Emotionally Strong Leaders Increase Their Emotional Intelligence 

Nelson Mandela spent 18 of his first 27 years of prison in an eight-by-ten cell. He was freed from prison in 1990 and negotiated an end of apartheid in South Africa. He served as President of South Africa from 1994 to 1999.

One of my favorite quotes from Mandela is, “There is no passion to be found playing small, in settling for a life that is less than the one you are capable of living.

Have you noticed how easy it is to “play small,” overreact emotionally, jump to judgement, and lead from a place of emotionally small thoughts and actions? 

I teach leaders and teams how emotionally strong leaders increase their emotional intelligence. 

Here are seven ways emotionally strong leaders increase their emotional intelligence:
1. They proactively build emotional reserves.
Think of your emotions as a battery. I often joke to audiences, “We take better care of our smart phone than we do ourselves!”  Do you?

  • We always charge our phones
  • We plug them in when the battery indicates “low battery”

Coaching Reminder: Change your emotional batteries daily. be proactive. 

2. Don’t rehash the past.
Pity parties only lead to blame, regret, and shame. I’ve learned I can’t be a UHP (ultra high performer) and live in the past. I’ve got to keep pressing forward and stay strong with my emotions. 

3. Don’t let others pull you down or backwards.
Emotionally strong leaders honor their relationships while also guarding others, controlling their destiny, purpose, and stretch goals. 

4. Stop pulling energy towards the “worst case.”
Emotionally strong leaders don’t waste precious energy on building failure scripts, they pour energy into factors they can control. 

5. They don’t get too high or low.
Celebrate victories and breakthroughs for 24-hours. Grieve losses and failures for 24-hours. The key takeaway here is to move on, stay stable, and keep your emotions in check to model consistency and leadership to others. 

6. Learn to self-lead.

  • Lead your self talk by being more upbeat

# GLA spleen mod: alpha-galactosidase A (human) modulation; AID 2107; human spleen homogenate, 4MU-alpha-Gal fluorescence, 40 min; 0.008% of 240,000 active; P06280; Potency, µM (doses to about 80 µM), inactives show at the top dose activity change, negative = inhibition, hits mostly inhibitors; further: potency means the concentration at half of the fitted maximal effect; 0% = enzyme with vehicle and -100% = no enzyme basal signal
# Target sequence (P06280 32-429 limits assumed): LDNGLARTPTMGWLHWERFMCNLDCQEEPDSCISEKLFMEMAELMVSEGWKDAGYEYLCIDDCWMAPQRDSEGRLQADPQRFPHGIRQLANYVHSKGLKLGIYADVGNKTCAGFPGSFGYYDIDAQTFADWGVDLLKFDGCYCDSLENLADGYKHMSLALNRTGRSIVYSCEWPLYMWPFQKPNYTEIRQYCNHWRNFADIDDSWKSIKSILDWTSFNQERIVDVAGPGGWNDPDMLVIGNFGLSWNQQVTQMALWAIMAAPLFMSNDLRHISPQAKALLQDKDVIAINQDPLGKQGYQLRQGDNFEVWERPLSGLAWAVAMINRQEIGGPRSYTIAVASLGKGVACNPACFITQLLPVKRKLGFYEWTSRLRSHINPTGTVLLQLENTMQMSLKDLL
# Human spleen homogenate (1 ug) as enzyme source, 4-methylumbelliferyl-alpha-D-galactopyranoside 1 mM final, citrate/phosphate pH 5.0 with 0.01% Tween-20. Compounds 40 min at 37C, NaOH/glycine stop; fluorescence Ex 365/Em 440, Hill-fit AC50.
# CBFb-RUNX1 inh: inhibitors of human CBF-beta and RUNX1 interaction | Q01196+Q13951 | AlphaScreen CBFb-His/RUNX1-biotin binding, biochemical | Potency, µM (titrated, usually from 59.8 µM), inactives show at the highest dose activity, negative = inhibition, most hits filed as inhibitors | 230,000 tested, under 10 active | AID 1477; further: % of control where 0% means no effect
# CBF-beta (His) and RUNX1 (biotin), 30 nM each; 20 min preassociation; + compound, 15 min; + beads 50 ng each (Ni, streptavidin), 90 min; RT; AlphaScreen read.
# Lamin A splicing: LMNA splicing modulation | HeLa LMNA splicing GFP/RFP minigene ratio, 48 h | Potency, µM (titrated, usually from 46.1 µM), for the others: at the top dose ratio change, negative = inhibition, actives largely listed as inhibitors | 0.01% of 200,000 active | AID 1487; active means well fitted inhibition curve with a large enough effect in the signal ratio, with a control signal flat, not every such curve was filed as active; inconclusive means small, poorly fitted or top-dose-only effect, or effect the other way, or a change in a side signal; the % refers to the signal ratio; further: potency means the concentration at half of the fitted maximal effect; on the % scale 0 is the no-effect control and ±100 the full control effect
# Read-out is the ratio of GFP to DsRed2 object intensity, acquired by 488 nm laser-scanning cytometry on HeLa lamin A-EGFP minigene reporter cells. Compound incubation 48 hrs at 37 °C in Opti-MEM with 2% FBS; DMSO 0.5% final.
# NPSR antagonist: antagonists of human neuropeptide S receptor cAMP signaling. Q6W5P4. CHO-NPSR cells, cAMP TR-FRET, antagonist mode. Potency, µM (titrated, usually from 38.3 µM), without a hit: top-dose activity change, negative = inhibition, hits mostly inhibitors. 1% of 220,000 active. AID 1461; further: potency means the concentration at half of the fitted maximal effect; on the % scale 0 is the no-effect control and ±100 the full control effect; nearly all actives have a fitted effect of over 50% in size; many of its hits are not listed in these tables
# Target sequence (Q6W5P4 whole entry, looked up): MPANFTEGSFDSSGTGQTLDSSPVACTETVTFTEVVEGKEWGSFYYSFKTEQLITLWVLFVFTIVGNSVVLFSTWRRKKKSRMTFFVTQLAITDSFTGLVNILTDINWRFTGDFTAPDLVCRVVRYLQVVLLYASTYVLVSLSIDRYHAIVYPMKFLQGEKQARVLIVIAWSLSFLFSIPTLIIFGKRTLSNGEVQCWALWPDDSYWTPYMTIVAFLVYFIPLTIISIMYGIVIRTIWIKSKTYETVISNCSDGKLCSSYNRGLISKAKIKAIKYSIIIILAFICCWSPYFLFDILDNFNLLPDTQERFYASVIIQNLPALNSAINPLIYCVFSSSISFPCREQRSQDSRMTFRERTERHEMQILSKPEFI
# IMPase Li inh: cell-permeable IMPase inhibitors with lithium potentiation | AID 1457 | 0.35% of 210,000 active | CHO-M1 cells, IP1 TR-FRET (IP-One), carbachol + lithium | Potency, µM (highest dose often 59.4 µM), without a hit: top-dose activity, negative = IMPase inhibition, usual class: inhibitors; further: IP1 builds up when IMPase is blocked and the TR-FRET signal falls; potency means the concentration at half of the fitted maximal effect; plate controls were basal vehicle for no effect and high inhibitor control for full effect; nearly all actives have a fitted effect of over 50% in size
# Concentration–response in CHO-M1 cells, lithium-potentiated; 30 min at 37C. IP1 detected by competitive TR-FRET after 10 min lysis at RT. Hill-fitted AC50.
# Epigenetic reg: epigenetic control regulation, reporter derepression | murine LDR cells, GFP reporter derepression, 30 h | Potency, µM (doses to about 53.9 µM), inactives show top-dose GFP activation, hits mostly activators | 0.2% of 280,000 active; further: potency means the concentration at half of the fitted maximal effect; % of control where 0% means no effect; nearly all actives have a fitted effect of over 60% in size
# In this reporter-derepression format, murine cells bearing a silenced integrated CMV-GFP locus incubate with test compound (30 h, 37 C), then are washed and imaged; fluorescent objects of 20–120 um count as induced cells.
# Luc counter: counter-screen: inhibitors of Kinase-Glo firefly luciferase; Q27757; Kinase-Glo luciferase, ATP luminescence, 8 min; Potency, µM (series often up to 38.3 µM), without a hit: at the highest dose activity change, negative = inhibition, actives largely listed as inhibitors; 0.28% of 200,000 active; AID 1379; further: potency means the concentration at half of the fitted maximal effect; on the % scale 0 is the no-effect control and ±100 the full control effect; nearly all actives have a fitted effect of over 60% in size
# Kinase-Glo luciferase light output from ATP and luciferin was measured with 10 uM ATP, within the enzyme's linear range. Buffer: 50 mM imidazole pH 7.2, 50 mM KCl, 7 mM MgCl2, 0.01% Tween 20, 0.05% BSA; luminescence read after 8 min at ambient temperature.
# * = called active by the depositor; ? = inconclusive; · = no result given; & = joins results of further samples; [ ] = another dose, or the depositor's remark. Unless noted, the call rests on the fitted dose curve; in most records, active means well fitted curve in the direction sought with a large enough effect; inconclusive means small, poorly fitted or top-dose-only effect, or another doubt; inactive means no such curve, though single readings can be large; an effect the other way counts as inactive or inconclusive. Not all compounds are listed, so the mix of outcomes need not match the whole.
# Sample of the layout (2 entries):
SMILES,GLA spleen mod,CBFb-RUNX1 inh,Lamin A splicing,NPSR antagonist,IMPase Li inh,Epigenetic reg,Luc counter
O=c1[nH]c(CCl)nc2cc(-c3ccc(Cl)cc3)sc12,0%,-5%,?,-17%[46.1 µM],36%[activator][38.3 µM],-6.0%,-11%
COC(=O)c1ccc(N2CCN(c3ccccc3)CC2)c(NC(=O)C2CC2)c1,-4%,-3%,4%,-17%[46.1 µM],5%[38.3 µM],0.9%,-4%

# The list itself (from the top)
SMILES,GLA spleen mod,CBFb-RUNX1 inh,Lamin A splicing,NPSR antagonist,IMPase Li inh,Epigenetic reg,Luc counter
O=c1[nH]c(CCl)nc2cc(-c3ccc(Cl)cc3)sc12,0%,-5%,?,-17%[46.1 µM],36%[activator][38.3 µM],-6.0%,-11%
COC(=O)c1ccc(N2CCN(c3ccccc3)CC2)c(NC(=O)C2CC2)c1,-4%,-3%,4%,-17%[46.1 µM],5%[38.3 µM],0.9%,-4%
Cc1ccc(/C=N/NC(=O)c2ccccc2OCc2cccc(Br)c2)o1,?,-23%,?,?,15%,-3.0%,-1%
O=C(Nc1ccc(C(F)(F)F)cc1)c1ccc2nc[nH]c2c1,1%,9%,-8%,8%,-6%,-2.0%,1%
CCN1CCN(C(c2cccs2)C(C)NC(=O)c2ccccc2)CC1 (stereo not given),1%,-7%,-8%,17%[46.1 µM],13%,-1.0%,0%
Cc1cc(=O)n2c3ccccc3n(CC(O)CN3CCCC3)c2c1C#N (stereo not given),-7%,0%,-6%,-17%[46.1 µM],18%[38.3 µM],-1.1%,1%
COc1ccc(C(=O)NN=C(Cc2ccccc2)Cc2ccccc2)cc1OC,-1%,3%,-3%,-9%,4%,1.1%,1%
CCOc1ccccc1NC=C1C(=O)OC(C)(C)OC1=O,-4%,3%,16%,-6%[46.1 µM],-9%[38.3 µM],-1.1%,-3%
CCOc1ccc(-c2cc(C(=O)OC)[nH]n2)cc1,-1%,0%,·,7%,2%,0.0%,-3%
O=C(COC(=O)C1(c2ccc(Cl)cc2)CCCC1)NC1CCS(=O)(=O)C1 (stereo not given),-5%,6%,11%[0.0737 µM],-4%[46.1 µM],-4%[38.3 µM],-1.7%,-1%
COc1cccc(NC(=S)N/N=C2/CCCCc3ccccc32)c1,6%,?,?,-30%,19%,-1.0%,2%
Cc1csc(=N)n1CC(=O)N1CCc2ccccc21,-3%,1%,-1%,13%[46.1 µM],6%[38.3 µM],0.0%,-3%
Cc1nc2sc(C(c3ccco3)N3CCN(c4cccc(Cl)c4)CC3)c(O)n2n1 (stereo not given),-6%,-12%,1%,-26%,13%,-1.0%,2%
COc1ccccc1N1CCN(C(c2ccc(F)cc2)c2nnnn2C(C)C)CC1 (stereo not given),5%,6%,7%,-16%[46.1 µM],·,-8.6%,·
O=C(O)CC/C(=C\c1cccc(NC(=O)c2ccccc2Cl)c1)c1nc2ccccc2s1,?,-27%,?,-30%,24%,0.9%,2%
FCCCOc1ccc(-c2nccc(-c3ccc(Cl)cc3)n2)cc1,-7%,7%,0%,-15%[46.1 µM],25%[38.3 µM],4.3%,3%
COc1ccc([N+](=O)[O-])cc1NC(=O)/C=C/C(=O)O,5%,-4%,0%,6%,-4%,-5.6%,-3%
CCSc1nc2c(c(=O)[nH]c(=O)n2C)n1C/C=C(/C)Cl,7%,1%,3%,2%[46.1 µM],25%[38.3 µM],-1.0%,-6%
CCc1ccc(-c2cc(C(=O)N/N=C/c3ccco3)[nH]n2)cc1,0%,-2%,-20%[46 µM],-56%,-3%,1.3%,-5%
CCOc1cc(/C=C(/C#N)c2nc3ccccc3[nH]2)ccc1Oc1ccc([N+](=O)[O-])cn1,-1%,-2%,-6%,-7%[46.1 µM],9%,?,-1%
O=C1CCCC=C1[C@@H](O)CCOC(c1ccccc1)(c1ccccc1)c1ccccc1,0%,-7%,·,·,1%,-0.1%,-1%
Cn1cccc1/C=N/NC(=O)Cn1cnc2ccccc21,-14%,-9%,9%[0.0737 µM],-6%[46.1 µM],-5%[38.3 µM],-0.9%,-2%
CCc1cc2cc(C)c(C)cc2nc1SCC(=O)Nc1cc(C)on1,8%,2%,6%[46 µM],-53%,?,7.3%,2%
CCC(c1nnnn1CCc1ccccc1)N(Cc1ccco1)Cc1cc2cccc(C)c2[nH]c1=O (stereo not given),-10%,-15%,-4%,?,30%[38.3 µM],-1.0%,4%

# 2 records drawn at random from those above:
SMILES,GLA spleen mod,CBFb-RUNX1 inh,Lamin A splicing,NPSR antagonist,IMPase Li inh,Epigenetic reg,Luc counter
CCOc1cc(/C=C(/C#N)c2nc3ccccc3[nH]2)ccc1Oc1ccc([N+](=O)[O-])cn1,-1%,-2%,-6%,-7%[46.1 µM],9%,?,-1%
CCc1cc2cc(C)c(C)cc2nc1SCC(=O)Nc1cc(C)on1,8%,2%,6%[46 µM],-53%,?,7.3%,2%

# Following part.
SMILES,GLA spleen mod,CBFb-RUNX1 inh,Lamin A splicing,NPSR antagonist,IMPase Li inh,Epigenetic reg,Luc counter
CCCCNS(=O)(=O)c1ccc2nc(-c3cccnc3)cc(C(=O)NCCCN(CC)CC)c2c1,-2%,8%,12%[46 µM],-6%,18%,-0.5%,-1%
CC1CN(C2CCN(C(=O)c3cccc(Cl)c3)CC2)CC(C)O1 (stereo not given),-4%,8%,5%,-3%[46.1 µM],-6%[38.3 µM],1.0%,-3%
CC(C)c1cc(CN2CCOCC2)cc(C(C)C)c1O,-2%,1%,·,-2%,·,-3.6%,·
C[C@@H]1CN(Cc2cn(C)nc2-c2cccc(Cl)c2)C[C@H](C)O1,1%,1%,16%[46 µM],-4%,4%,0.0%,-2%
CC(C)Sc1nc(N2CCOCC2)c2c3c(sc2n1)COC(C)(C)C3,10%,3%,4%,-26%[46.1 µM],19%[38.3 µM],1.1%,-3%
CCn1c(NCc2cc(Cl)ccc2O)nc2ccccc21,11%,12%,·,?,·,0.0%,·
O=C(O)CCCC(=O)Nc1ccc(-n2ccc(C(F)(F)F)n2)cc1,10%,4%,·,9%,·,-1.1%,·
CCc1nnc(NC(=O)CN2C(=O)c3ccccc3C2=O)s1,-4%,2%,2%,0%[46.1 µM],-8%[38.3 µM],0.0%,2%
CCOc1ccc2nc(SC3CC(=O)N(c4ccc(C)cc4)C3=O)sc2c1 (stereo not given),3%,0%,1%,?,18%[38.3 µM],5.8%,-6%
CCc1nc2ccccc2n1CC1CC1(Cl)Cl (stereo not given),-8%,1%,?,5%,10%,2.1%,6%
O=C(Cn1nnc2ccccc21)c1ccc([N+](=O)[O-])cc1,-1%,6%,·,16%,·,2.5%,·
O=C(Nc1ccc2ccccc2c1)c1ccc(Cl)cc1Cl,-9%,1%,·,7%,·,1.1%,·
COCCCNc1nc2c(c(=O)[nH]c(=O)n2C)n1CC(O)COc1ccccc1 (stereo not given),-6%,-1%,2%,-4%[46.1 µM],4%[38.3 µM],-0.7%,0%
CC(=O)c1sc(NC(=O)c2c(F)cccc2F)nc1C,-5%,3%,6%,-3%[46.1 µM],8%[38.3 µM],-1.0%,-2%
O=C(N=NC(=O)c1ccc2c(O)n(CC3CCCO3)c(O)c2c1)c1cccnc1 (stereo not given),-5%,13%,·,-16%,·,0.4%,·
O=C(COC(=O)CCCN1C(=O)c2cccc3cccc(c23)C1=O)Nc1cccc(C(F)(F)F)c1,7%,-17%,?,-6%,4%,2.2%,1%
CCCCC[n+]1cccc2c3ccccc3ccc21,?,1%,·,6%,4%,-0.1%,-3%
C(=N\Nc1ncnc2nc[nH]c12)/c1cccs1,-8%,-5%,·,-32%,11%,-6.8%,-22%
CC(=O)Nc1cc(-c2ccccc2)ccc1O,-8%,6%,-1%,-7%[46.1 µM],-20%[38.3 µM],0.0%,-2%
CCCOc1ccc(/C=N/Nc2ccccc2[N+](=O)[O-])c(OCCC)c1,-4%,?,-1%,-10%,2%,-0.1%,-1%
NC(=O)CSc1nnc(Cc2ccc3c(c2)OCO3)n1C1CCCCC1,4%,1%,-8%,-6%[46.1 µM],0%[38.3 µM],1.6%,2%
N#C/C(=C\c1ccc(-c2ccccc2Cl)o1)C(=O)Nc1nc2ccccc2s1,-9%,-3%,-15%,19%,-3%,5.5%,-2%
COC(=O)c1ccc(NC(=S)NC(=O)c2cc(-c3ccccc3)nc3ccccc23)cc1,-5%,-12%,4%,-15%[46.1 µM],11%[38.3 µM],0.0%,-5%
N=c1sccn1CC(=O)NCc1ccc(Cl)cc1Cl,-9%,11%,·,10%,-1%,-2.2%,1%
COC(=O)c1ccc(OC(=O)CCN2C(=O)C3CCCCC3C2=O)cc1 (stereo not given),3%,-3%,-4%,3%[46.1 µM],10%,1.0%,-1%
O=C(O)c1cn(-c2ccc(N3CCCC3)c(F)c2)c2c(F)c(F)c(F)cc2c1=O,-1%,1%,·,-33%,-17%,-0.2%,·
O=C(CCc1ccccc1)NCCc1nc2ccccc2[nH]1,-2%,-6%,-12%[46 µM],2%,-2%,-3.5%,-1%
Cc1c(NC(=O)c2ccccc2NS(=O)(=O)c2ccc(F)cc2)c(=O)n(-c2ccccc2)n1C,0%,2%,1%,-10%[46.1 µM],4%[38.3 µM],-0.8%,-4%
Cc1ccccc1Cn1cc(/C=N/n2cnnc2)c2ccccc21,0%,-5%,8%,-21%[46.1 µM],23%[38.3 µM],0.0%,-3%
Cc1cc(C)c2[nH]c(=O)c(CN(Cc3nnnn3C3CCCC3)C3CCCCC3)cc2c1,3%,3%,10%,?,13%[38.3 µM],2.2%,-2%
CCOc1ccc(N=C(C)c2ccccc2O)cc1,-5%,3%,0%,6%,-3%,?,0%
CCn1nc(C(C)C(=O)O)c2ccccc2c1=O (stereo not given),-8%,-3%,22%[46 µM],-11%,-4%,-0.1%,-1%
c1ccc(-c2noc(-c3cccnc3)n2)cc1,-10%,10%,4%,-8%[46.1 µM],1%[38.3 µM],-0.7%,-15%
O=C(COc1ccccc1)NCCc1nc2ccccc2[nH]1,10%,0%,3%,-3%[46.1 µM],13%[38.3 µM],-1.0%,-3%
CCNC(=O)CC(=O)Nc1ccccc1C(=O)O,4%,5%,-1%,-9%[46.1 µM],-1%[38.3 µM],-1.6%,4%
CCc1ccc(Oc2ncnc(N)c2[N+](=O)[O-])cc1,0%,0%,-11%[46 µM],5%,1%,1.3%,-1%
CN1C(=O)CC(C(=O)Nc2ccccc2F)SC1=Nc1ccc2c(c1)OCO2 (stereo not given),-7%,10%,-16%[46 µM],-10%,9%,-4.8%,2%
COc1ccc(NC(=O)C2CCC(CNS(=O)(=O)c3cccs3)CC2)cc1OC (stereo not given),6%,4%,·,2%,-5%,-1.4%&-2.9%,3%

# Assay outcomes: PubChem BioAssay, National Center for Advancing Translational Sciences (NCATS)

• Lead your daily habits by being healthier
  • Lead your emotions by thinking positive 

7. Build your comeback story
I remember a time I was sitting in an empty parking lot several years ago, I was depressed and crying over a series of dead-end attempts and failings. There was a yellow pad in the backseat of my car that I grabbed and starting out my “comeback story.” This story included:

  • A thriving leadership company
  • A bestselling book
  • A national or international speaking career
  • A coaching practice with the “best of the best”

Never underestimate your comeback story!

Here’s to your emotional intelligence for extraordinary leadership!
—Steve

As a master storyteller, Steve has unparalleled ability to communicate dynamic business and leadership truths through stories, anecdotes and humor. Harness the power of the “number one” predictor of professional success, impact, leadership, high performance and sustainable relationships in business and life. Steve’s highest rated keynote presentation.

To book Steve today, contact Michelle Joyce!
(For information on keynote presentations, team workshops, and one on one coaching.)

“The purpose of Leadership Quest is to help professionals develop their personal leadership, vision and emotional intelligence. Everyday I strive to help leaders and teams achieve their desired goals in sales productivity, leadership, time maximization, and life-balance. ”

About the Author

Steve Gutzler is the President of Leadership Quest, a Seattle-based leadership development company. Steve is a dynamic, highly-sought-after speaker who has delivered more than 2,500 presentations to a list of clients including Microsoft, Starbucks, the Seattle Seahawks, Pandora Radio, Boeing, Cisco, Starwood Corporation, the Ritz Carlton group, and the U.S. Social Security Administration. He recently was voted #1 by the readership of Huffington Post as the Most Inspirational Leader on Social Media.

A published author on leadership and emotional intelligence, Steve resides near Seattle with his wife Julie where they enjoy time with their three adult children and six grandchildren.